• A World of Blessings - With a calm body and mind, we have peace in every moment. In harmony with ourselves and others, we have blessings everywhere.
  • The nature of habits is emptiness. When wisdom arises, the troubled mind will naturally be dissolved. Unwholesome habits may still be manifested but we already know clearly that the habits are empty in their nature.
  • To peacefully harmonize with others, reflect inwardly and not be emotional in daily life, these are the practices of concentration.
  • Those who maintain a more serene and inward-looking mind will be less troubled by the external environment.
  • As long as our direction remains the same, no matter how hard things are, or whether our path is great or small, we will eventually find our own way.
  • Merit begins in the mind. The bigger the heart is, the greater the merit. The so-called big heart is to be willing to share what we have with others.
  • To achieve self-mastery and take charge of your own life, learn to control the body and mind. We should be master of our own body, and mater of our own mind.
  • In success be humble, in failure undaunted. In poverty work hard, and when disparaged raise yourself up. In a position of wealth be frugal, and in a high position be diligent.
  • Counting our blessings, we are forever content and happy. Cherishing our blessings, we are always fortunate. Cultivating merit, we increase our happiness. Sowing the seeds of merit, all will be blessed.
  • If one is able to adeptly use the concept of “impermanence”, then one will live in the midst of the joy of fresh thoughts, peace at every moment, and continuous movement forward without regression.
  • The so called “beginner’s mind” allows one to practice each time as if it were for the first time. It doesn’t matter whether your past attempts at practice were good or bad. What’s most important is that, for each thought, each period of time, one uses the method.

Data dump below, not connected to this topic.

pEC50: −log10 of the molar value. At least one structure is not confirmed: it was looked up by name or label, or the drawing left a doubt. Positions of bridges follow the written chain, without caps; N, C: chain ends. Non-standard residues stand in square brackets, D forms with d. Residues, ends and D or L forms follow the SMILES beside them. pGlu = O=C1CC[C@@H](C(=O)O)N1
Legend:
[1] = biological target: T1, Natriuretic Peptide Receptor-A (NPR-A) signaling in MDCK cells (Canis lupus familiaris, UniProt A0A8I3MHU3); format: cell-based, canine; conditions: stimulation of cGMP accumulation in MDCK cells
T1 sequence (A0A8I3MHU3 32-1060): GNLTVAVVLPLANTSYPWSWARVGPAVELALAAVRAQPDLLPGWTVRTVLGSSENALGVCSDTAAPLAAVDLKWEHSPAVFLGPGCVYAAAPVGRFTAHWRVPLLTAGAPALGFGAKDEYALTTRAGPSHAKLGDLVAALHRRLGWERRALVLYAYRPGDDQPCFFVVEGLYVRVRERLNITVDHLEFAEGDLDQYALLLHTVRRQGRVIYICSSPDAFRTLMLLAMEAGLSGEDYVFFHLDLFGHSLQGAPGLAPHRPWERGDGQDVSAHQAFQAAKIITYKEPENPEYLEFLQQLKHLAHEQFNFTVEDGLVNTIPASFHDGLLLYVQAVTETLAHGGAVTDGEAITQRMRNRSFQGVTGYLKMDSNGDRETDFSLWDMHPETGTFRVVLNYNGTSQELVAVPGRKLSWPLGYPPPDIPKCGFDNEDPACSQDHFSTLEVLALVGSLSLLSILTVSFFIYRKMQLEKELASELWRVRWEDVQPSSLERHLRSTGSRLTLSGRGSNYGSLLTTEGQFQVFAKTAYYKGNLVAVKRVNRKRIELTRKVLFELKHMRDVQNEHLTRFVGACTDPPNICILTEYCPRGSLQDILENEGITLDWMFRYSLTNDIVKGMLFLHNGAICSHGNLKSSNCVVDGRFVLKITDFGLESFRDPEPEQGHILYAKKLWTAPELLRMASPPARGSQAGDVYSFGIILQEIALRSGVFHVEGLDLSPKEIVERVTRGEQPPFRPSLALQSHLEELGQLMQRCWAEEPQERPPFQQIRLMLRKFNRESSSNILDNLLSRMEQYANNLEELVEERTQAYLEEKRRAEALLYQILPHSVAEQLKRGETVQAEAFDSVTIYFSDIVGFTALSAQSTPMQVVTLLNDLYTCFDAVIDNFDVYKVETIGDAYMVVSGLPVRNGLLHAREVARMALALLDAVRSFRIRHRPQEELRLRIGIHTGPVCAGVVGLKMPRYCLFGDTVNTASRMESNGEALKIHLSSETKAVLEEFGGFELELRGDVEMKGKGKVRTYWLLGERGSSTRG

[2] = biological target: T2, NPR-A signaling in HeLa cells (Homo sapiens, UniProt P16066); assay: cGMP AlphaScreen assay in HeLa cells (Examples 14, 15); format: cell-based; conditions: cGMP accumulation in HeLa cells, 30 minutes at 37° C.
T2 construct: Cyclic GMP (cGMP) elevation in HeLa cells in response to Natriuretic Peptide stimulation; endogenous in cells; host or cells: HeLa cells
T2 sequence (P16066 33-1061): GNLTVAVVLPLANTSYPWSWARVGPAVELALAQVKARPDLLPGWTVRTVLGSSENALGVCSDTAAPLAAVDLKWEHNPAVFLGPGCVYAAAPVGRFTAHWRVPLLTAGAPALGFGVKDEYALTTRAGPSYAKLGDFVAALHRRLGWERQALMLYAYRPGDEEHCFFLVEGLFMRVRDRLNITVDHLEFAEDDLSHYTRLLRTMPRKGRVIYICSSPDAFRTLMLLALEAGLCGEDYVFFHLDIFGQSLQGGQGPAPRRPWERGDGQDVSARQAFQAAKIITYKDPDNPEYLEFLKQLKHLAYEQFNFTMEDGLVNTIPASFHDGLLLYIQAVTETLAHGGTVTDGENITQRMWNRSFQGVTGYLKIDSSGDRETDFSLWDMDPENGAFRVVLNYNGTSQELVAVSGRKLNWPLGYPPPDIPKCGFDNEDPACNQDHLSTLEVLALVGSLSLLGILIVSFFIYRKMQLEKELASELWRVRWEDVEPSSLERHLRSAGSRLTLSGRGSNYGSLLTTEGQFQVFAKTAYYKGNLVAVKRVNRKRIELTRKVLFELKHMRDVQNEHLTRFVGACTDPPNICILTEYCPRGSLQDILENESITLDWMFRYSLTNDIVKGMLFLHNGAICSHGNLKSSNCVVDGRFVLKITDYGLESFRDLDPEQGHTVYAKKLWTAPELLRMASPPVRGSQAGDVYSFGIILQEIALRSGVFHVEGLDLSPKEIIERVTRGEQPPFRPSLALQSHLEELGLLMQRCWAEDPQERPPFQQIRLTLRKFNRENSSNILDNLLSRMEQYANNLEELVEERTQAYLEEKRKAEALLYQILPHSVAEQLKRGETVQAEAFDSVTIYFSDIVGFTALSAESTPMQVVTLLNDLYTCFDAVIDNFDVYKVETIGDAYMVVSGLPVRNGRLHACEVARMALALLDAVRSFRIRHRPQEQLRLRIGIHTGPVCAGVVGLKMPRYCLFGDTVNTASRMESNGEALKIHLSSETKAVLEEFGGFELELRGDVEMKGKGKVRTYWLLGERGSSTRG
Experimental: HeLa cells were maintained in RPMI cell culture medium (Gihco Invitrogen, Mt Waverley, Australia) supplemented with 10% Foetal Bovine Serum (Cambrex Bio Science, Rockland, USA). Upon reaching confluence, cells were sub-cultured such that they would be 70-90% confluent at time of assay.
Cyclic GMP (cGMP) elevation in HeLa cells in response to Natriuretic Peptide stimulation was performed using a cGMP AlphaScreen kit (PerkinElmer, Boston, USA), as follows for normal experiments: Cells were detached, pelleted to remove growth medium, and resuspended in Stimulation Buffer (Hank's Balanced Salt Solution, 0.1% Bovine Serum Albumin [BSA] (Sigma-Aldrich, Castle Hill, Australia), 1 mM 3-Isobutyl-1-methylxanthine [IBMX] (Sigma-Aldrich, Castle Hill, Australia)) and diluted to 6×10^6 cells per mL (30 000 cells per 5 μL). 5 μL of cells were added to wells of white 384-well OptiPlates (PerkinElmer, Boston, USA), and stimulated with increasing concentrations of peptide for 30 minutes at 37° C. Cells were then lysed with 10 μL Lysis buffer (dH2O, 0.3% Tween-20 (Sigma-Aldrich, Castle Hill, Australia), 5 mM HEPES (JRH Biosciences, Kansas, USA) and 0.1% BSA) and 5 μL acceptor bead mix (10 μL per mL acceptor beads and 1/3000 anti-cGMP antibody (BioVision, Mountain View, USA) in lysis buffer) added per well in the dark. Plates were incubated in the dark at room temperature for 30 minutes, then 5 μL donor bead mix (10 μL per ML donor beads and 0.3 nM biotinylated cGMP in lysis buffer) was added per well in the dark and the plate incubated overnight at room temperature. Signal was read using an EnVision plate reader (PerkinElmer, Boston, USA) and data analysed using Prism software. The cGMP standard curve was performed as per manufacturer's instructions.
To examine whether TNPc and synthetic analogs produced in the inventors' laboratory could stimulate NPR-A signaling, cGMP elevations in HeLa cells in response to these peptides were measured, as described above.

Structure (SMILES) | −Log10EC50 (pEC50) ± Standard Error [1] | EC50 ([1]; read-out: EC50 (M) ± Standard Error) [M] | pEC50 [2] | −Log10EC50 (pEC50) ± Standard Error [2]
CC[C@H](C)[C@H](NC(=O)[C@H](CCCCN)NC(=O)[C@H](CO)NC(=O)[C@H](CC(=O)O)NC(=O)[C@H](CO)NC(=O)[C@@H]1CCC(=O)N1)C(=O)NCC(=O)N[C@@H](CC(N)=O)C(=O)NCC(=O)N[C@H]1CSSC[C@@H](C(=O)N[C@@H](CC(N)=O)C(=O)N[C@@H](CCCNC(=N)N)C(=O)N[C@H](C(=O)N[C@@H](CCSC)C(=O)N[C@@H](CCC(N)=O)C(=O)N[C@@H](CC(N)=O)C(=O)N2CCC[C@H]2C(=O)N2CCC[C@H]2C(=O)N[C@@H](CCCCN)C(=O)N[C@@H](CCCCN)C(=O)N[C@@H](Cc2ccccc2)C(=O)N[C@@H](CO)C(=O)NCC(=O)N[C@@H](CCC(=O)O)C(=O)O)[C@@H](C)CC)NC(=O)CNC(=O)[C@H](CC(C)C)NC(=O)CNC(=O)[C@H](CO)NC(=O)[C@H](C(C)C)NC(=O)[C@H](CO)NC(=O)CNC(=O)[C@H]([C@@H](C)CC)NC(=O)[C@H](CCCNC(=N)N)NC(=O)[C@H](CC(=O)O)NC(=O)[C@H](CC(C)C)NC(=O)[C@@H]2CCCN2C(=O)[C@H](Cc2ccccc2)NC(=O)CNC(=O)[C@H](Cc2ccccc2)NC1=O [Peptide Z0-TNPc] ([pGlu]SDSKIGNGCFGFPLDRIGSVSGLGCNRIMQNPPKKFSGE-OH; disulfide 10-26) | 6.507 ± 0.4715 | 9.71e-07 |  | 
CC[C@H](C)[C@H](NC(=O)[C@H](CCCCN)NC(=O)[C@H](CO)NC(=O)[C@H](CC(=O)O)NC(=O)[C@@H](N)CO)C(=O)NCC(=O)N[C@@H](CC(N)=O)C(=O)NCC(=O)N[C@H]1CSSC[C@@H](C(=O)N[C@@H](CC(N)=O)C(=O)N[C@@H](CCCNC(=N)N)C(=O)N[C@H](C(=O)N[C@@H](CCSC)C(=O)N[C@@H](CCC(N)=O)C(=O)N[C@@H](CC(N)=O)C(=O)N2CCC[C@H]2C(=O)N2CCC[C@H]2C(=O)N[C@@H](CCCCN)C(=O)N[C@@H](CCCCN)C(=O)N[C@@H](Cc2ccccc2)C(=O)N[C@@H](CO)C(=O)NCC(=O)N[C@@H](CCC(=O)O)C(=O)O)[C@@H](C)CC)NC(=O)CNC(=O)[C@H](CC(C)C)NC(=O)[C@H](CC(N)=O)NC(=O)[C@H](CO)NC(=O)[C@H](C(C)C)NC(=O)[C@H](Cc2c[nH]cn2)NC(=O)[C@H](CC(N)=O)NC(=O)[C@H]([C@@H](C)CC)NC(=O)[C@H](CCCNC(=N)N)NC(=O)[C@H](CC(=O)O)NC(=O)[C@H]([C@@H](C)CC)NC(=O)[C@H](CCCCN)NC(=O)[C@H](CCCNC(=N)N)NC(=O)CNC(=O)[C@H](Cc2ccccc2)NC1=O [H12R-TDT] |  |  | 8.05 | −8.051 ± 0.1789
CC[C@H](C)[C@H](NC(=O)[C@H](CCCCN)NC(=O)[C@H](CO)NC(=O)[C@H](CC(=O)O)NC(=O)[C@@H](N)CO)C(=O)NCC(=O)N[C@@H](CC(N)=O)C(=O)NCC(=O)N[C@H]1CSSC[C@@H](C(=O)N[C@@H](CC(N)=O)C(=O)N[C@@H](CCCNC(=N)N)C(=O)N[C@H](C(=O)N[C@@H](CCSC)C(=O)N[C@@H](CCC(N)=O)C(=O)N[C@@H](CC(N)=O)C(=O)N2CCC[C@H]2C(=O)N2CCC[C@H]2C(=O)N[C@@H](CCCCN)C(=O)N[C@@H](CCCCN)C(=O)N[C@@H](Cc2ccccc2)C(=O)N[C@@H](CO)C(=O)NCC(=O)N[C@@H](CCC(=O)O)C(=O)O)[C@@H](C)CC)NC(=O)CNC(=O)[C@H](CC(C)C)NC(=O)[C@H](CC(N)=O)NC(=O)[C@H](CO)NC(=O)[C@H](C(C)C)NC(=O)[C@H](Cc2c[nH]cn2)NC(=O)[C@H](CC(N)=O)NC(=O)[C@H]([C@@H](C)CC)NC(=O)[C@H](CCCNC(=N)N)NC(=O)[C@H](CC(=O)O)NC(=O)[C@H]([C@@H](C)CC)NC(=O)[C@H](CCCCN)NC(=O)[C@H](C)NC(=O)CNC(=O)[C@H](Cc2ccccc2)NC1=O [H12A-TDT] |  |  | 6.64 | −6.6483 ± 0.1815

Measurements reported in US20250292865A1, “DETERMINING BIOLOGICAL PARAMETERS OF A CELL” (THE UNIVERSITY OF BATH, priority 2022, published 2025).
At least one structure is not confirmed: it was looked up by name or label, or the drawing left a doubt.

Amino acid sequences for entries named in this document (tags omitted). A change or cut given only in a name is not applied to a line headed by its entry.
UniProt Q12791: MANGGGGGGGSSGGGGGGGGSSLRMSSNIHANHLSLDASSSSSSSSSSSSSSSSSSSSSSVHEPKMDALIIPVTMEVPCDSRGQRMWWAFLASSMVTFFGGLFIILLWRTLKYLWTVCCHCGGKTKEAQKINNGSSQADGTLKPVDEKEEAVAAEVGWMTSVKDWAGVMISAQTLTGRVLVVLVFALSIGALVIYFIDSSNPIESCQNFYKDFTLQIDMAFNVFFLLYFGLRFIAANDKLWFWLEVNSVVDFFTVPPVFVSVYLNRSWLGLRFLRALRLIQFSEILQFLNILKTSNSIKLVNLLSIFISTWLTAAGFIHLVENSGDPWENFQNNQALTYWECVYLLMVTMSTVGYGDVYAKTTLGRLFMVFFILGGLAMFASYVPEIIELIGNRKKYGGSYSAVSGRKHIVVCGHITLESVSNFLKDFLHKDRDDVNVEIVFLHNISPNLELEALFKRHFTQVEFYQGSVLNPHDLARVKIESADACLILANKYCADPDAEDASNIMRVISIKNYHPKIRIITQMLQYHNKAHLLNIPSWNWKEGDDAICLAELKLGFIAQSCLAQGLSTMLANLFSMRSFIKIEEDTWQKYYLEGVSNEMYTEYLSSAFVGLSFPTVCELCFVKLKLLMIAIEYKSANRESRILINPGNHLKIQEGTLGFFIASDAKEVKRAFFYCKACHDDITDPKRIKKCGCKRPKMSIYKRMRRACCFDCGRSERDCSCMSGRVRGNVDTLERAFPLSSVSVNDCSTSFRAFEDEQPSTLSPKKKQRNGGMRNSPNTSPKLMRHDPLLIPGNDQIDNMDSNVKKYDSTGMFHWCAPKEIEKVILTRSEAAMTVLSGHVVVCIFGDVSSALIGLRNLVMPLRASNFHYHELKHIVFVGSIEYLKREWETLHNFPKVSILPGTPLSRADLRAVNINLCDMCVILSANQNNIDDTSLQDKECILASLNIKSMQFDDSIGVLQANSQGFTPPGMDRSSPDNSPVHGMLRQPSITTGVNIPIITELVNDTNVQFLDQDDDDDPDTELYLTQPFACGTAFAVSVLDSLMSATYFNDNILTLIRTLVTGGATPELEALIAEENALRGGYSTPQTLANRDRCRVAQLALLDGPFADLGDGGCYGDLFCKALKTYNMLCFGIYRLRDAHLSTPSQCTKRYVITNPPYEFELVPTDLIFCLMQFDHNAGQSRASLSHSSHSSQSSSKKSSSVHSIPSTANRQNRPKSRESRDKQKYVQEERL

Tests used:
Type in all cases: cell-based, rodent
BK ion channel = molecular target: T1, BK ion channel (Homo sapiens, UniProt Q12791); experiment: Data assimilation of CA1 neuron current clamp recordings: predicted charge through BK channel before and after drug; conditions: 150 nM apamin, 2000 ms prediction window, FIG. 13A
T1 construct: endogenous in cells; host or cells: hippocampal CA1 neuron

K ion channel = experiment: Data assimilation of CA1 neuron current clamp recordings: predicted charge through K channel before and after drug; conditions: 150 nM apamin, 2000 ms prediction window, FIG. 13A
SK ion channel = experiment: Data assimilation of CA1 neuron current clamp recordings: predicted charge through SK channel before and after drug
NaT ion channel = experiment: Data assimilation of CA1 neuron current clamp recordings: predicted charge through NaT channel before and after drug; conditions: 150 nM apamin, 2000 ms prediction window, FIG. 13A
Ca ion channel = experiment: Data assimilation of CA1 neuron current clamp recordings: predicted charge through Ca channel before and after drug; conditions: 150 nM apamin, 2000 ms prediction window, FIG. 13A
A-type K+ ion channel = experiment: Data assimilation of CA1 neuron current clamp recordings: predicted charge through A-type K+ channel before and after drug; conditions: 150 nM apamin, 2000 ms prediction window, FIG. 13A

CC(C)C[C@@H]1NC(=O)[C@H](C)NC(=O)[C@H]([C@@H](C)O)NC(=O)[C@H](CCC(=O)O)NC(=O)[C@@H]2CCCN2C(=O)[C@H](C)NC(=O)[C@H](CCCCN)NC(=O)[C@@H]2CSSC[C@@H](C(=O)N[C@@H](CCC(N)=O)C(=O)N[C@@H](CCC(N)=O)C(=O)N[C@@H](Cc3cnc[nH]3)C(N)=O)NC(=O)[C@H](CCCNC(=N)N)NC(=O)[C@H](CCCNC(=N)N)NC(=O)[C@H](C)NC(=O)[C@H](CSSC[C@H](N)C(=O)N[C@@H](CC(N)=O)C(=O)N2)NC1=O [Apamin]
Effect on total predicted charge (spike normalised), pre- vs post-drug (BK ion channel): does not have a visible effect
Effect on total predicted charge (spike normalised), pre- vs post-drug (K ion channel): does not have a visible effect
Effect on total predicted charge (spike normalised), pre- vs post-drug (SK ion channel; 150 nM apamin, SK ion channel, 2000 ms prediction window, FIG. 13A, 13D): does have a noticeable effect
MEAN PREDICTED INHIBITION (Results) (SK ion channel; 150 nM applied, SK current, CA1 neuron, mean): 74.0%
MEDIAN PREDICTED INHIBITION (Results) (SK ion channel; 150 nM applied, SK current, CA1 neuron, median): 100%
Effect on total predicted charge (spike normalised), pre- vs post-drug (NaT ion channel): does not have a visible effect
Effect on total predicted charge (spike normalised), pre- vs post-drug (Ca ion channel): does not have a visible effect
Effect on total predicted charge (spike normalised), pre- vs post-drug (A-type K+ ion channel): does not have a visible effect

• Happiness and suffering actually come from our perceptions. If we can see them as a process to develop compassion and wisdom, we will enjoy great freedom and ease.
  • There is no need to be arrogant about the good things that happen to us, nor feel troubled and upset about the bad things. The best approach is to make timely efforts to make progress and seek improvement.
  • People with compassionate mind will always be respected and valued. Compassion means showing care and consideration toward and helping others unconditionally.
  • When looking outwardly, what we can see and hear are very little. Only when looking inwardly can we experience endless time and infinite space.
  • The true self is to be able to be the master of yourself. To be able to control one's own body and mind, and be one's own master -- that is the true self.
  • There is no such thing as "stable" or "unstable" in the external environment. What really has the decisive impact on our emotions is the feelings in our inner world.
  • We often only see the faults of others instead of our own unwholesome habitual behaviors. One who only knows about others but not oneself feels vexed all the time. They do not know how to behave properly, and are unable to achieve success.
  • Chan first verifies our selfness, then transcends it. To verify our selfness means to assume total responsibility, transcending selfness is to not only assume our total responsibility and duties, but to not expect anything in return.
  • When vexations arise in the mind, we should give rise to a mind of repentance-- then the habitual tendency will vanish instantly.
  • People have their karmic retributions and bad habits and cannot be without imperfections. Each person has a mind filled with wounds, a body covered with scabs. One has to let go and to tolerate, to open up each scab. Otherwise, one will never know how ugly he is.